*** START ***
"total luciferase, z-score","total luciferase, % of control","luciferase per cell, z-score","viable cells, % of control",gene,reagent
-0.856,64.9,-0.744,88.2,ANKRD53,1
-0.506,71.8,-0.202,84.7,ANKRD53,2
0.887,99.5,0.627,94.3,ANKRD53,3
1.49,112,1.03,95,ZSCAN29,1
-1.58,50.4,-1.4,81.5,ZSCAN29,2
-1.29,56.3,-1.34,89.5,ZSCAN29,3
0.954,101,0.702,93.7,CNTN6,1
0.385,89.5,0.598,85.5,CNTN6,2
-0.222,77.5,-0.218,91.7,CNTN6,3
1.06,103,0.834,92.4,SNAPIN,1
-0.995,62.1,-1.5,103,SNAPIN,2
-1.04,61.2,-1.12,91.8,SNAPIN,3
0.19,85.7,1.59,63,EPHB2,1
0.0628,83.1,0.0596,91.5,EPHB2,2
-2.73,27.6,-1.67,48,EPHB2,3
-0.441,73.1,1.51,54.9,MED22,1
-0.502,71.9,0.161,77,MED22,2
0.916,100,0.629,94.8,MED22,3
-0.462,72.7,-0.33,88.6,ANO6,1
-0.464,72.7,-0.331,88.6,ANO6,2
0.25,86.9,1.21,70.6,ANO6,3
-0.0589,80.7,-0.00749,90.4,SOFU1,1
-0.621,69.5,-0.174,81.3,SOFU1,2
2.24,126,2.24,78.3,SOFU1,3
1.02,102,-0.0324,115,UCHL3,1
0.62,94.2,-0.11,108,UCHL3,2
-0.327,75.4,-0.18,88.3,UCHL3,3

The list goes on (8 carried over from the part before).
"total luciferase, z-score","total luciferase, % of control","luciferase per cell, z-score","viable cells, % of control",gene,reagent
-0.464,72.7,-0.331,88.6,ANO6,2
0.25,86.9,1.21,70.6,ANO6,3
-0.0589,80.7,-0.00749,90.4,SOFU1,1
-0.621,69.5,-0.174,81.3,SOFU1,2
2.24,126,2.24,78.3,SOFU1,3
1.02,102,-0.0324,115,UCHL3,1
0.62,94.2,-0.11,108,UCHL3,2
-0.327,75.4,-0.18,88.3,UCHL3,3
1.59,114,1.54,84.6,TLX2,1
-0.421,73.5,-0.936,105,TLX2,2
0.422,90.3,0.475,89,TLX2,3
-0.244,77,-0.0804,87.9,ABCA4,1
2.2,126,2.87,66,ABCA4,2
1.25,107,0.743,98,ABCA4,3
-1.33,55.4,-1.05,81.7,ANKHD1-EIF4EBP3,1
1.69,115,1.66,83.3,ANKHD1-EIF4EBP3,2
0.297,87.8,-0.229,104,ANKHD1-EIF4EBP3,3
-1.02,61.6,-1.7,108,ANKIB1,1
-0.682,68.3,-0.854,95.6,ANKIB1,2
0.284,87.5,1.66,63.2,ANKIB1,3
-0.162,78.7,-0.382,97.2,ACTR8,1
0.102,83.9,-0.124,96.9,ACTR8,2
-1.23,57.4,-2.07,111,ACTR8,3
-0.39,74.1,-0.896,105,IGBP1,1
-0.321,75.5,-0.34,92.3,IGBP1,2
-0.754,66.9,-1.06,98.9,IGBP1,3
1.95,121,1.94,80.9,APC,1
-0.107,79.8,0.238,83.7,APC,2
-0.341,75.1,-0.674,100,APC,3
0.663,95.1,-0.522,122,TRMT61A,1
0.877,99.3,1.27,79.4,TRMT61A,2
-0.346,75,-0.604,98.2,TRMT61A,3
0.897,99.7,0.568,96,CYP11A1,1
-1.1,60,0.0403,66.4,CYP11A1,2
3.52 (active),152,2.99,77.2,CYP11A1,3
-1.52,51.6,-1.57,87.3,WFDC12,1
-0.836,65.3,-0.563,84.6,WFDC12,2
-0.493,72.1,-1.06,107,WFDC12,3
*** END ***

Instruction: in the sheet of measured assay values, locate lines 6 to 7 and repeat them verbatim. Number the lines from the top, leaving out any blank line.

-1.58,50.4,-1.4,81.5,ZSCAN29,2
-1.29,56.3,-1.34,89.5,ZSCAN29,3